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I'm writing a 2D game engine, and I just wrote the physics for it to handle collisions between AABBs and circles.

It's on GitHub.

Some of my worries are that my code isn't OOP, because I have to do a bit of casting. As well as that, the engine doesn't seem to be deterministic, but rather depends on when the update method is called, and I'm not really sure how to fix this (but perhaps that is better asked on Stack Overflow).

This is the main body of my physics code:

public final class GamePhysics {
    private GamePhysics() {
        // cant instantiate this class
    }

    public static boolean isColliding(final GameObject a, final GameObject b) {
        if (a instanceof RectObject && b instanceof RectObject) {
            return isColliding((RectObject) a, (RectObject) b);
        }
        if (a instanceof CircleObject && b instanceof CircleObject) {
            return isColliding((CircleObject) a, (CircleObject) b);
        }
        if (a instanceof RectObject && b instanceof CircleObject) {
            return isColliding((RectObject) a, (CircleObject) b);
        }
        if (a instanceof CircleObject && b instanceof RectObject) {
            return isColliding((RectObject) b, (CircleObject) a);
        }

        throw new UnsupportedOperationException();
    }

    private static boolean isColliding(final RectObject a, final RectObject b) {
        final float w = 0.5f * (a.width() + b.width());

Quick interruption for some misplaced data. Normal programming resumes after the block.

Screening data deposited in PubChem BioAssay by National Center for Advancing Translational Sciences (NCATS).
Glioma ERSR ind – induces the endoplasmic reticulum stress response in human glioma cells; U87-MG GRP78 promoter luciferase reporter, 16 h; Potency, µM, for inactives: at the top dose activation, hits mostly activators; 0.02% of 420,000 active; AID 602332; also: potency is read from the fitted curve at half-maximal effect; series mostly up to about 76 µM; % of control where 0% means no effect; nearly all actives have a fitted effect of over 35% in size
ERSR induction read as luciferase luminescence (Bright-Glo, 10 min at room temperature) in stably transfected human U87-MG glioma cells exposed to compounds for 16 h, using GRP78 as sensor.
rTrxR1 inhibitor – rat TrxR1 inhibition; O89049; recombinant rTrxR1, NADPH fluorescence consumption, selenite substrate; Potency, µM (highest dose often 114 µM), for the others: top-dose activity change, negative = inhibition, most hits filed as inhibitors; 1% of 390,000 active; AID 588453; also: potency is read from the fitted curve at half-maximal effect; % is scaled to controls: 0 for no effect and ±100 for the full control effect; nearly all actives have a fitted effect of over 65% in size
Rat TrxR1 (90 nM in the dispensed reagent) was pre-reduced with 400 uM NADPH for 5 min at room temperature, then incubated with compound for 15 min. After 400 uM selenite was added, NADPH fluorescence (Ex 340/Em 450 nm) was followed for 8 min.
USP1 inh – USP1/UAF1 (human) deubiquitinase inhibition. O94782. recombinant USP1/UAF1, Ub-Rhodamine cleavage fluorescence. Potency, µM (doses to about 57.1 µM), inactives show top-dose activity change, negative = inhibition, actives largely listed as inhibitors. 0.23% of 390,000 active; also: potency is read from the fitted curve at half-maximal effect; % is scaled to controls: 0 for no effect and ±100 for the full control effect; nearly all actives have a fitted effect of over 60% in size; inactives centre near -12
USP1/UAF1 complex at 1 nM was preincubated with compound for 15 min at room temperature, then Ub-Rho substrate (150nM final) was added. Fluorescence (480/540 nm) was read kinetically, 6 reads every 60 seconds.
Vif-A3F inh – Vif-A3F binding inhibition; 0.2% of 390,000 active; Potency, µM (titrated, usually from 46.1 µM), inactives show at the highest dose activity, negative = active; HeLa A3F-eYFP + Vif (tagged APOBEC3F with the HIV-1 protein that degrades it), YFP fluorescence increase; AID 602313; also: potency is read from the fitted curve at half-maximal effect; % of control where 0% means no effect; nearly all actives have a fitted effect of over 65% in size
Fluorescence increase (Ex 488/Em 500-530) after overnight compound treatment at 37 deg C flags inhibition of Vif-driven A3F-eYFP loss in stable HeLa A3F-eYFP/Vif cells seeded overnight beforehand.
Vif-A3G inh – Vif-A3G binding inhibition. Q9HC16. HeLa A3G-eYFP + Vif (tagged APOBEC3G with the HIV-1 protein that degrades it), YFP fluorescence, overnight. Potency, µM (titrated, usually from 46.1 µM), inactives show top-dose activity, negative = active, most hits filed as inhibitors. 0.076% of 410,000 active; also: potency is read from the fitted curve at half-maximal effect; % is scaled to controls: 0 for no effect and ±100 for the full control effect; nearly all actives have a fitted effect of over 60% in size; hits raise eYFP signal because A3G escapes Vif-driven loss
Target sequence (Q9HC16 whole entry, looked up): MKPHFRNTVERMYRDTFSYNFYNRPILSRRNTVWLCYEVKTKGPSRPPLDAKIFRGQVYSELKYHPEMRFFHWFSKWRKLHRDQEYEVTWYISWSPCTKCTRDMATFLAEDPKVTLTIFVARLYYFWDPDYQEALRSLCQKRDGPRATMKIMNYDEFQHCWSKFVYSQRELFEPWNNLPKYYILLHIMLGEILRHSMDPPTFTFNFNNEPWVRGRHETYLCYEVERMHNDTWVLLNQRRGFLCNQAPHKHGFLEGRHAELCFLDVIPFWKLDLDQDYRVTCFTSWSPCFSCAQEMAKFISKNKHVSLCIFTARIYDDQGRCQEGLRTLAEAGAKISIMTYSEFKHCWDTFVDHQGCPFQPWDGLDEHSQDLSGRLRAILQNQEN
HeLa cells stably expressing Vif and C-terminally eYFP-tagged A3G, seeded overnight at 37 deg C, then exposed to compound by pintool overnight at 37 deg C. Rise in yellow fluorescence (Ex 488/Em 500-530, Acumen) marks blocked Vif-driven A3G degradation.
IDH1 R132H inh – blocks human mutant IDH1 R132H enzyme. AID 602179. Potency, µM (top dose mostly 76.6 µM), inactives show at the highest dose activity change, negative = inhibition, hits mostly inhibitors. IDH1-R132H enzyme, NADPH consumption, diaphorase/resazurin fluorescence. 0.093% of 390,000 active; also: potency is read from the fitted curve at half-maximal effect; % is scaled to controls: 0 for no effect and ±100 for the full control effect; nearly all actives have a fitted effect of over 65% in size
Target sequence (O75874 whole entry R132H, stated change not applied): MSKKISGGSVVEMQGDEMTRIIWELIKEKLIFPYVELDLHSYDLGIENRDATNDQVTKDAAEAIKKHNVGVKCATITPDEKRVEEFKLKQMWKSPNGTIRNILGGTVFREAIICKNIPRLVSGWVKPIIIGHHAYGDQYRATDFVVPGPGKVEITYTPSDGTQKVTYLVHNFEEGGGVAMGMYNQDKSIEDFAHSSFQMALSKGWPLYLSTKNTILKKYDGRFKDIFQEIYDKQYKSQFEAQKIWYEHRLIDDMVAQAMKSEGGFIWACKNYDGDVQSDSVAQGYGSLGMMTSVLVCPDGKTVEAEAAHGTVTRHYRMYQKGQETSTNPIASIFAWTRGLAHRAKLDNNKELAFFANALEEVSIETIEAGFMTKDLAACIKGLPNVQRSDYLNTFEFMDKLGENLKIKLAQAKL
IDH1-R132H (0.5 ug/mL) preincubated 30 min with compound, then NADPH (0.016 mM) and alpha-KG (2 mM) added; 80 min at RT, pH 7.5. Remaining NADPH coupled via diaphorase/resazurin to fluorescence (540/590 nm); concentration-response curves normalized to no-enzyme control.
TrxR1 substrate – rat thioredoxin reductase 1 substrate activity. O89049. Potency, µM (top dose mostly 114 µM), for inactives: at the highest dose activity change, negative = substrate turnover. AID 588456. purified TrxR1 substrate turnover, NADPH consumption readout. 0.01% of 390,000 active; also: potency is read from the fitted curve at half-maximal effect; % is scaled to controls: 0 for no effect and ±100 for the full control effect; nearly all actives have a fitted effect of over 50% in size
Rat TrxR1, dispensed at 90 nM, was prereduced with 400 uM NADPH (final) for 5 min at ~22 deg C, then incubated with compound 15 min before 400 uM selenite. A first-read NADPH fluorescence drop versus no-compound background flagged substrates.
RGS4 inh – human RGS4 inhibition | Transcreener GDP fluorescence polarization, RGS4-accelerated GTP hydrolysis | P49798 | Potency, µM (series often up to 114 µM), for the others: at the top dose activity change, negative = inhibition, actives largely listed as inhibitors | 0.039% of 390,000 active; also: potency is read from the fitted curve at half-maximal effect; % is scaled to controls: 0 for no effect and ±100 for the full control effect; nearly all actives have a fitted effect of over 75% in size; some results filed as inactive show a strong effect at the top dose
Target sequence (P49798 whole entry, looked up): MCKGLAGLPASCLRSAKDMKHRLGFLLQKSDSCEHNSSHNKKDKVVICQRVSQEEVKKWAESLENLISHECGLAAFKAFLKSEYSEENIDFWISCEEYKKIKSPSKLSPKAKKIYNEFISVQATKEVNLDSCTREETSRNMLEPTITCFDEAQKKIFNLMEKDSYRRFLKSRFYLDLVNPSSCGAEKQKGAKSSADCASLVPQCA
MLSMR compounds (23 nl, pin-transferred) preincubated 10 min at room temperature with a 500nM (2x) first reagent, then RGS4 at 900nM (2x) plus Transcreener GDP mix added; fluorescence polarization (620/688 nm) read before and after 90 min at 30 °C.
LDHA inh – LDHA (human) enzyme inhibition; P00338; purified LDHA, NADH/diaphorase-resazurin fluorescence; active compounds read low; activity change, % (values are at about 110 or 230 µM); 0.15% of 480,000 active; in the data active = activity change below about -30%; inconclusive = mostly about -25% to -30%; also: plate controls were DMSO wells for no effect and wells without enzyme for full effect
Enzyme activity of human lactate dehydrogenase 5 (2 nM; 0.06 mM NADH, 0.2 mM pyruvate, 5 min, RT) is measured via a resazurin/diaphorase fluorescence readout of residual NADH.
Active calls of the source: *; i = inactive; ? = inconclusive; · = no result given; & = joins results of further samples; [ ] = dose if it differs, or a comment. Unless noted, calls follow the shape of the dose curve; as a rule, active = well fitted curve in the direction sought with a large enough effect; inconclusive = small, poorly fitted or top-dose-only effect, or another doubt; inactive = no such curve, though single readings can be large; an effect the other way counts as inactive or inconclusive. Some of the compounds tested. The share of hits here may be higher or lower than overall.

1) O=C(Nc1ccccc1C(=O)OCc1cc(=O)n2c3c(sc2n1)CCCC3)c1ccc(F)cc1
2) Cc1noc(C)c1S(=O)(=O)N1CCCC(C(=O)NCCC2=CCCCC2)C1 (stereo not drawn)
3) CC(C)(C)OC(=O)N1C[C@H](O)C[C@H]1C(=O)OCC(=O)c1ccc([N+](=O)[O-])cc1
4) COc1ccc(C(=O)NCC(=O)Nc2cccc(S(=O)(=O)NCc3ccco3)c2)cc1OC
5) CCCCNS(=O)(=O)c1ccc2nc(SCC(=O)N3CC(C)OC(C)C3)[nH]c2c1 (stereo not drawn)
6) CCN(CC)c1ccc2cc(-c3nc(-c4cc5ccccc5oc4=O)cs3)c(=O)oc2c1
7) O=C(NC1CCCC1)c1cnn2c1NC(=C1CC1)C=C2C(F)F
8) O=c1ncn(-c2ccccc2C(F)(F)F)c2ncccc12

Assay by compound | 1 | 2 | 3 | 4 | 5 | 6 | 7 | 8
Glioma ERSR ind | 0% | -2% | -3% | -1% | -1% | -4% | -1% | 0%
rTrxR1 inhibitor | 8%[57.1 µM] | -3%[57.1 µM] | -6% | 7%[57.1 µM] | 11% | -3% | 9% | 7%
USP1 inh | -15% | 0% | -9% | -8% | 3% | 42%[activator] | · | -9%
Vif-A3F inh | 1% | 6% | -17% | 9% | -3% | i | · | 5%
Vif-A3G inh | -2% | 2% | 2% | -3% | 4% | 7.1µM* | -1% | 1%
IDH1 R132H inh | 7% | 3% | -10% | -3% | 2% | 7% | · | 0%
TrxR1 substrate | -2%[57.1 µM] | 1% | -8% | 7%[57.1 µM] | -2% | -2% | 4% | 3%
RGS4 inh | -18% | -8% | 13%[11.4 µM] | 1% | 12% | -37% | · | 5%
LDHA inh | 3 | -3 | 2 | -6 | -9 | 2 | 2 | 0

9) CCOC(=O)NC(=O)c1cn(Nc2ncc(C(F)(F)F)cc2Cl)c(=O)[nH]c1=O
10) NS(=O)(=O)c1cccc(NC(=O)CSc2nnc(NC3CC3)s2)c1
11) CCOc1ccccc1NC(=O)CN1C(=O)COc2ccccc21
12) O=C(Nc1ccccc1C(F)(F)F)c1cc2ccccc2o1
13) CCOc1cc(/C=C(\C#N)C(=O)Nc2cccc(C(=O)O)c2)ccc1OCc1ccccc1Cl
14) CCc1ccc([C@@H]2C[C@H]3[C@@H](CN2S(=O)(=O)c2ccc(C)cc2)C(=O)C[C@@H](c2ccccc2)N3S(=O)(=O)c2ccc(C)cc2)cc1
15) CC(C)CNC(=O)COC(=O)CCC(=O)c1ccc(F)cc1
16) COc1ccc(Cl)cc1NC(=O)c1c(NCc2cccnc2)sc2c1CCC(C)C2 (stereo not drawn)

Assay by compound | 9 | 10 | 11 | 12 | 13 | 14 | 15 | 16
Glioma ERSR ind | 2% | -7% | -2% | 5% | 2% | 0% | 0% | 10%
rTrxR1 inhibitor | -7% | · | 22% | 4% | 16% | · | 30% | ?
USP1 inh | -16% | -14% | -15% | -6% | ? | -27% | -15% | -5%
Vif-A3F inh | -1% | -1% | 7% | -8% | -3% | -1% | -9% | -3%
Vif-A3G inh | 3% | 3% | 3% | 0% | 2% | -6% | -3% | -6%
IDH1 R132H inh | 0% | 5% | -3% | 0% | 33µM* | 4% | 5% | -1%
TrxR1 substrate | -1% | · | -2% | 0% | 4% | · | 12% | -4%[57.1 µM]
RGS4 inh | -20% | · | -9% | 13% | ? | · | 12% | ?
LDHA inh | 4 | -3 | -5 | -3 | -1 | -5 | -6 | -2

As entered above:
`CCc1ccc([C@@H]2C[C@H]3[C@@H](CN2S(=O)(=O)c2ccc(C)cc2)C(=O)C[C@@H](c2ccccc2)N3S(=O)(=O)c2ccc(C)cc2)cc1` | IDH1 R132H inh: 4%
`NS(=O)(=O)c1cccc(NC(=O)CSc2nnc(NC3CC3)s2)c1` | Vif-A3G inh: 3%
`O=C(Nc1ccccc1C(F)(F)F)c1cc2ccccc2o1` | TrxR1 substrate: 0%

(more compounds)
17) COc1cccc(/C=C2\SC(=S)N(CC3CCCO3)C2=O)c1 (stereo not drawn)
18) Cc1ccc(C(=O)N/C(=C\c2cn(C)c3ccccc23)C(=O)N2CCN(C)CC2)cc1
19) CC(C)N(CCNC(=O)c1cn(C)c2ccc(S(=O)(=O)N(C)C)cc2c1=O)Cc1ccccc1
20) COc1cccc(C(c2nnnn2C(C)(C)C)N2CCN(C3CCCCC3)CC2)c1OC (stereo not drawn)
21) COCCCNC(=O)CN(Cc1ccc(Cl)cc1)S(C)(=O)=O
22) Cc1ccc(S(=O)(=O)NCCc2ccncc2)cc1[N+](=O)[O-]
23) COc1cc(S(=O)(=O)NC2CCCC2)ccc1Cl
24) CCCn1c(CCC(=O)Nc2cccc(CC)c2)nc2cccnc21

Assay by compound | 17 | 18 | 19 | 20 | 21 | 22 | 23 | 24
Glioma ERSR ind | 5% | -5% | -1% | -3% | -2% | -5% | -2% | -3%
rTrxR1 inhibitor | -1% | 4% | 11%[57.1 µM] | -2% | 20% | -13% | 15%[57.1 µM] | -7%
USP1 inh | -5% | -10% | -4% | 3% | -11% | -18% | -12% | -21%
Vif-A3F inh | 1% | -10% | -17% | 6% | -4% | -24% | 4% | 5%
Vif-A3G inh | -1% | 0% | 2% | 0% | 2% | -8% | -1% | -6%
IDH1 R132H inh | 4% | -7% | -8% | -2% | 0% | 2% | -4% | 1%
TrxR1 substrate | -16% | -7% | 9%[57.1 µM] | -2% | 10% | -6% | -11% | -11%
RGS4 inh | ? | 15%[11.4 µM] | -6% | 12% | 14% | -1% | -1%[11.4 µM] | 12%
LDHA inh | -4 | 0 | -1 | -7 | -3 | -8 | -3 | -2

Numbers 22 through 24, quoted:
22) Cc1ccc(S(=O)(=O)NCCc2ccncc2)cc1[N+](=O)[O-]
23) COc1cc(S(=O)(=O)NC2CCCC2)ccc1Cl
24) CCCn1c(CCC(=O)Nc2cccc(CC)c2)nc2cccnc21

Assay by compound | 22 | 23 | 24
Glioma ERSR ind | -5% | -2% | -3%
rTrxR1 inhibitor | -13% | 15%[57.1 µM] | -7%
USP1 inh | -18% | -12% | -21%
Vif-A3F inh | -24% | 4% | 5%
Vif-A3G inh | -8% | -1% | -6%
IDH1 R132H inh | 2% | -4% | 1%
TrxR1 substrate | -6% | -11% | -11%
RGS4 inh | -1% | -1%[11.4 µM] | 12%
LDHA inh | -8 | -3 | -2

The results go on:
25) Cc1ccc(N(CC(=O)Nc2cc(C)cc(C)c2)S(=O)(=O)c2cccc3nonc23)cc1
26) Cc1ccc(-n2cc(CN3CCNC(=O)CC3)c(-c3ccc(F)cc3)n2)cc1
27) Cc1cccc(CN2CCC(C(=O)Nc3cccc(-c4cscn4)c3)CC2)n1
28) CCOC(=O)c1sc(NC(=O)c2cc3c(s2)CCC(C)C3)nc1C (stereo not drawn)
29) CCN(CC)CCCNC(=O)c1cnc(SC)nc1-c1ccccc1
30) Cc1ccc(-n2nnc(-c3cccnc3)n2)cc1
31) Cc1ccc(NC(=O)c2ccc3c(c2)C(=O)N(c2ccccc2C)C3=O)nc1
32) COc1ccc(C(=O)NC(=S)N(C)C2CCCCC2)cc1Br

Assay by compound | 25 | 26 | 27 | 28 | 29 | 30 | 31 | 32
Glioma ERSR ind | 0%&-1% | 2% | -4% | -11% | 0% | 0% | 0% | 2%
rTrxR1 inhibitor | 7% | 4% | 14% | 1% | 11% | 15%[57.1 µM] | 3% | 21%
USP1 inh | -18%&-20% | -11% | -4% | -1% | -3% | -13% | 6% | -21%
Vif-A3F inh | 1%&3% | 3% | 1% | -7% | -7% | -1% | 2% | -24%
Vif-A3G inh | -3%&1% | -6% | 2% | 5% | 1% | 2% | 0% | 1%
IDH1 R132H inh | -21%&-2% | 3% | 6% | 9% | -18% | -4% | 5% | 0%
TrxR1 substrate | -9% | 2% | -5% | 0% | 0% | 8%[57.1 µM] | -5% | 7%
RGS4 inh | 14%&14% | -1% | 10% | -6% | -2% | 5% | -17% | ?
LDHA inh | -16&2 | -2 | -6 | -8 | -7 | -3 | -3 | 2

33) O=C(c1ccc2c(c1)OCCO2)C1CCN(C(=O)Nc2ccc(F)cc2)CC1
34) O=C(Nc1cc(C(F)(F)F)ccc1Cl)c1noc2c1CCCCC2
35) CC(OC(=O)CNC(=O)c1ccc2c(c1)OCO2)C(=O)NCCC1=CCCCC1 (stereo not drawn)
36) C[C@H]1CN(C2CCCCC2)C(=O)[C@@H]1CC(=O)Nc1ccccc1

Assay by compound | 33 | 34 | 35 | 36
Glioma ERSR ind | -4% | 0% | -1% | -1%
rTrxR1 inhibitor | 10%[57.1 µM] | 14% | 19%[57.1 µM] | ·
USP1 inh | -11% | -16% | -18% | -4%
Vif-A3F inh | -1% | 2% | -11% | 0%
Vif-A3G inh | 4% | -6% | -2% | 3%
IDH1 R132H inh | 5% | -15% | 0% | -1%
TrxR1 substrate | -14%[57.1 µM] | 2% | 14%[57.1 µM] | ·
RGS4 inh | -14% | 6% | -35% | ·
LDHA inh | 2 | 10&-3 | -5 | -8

final float h = 0.5f * (a.height() + b.height());
        final float dx = a.center().x - b.center().x;
        final float dy = a.center().y - b.center().y;

        return Math.abs(dx) <= w && Math.abs(dy) <= h;
    }

    private static boolean isColliding(final CircleObject o1, final CircleObject o2) {
        final float c = o1.radius + o2.radius;
        final float b = o1.center.x - o2.center.x;
        final float a = o1.center.y - o2.center.y;

        return c * c > b * b + a * a;
    }

    private static boolean isColliding(final RectObject a, final CircleObject b) {
        final float circleDistance_x = Math.abs(b.center().x - (a.min.x + a.width() / 2));
        final float circleDistance_y = Math.abs(b.center().y - (a.min.y + a.height() / 2));

        if (circleDistance_x > a.width() / 2 + b.radius) {
            return false;
        }
        if (circleDistance_y > a.height() / 2 + b.radius) {
            return false;
        }

        if (circleDistance_x <= a.width() / 2) {
            return true;
        }
        if (circleDistance_y <= a.height() / 2) {
            return true;
        }

        final int cornerDistance_sq = (int) Math.pow(circleDistance_x - a.width() / 2, 2) + (int) Math.pow(circleDistance_y - a.height() / 2, 2);

        return cornerDistance_sq <= (int) Math.pow(b.radius, 2);

    }

    private static Vec2D collisionNormal(final RectObject a, final RectObject b) {
        final float w = 0.5f * (a.width() + b.width());
        final float h = 0.5f * (a.height() + b.height());
        final float dx = a.center().x - b.center().x;
        final float dy = a.center().y - b.center().y;

        if (Math.abs(dx) <= w && Math.abs(dy) <= h) {
            /* collision! */
            final float wy = w * dy;
            final float hx = h * dx;

            if (wy > hx) {
                if (wy > -hx) {
                    /* collision at the top */
                    return new Vec2D(0, -1);
                } else {
                    /* on the left */
                    return new Vec2D(1, 0);
                }
            } else {
                if (wy > -hx) {
                    /* on the right */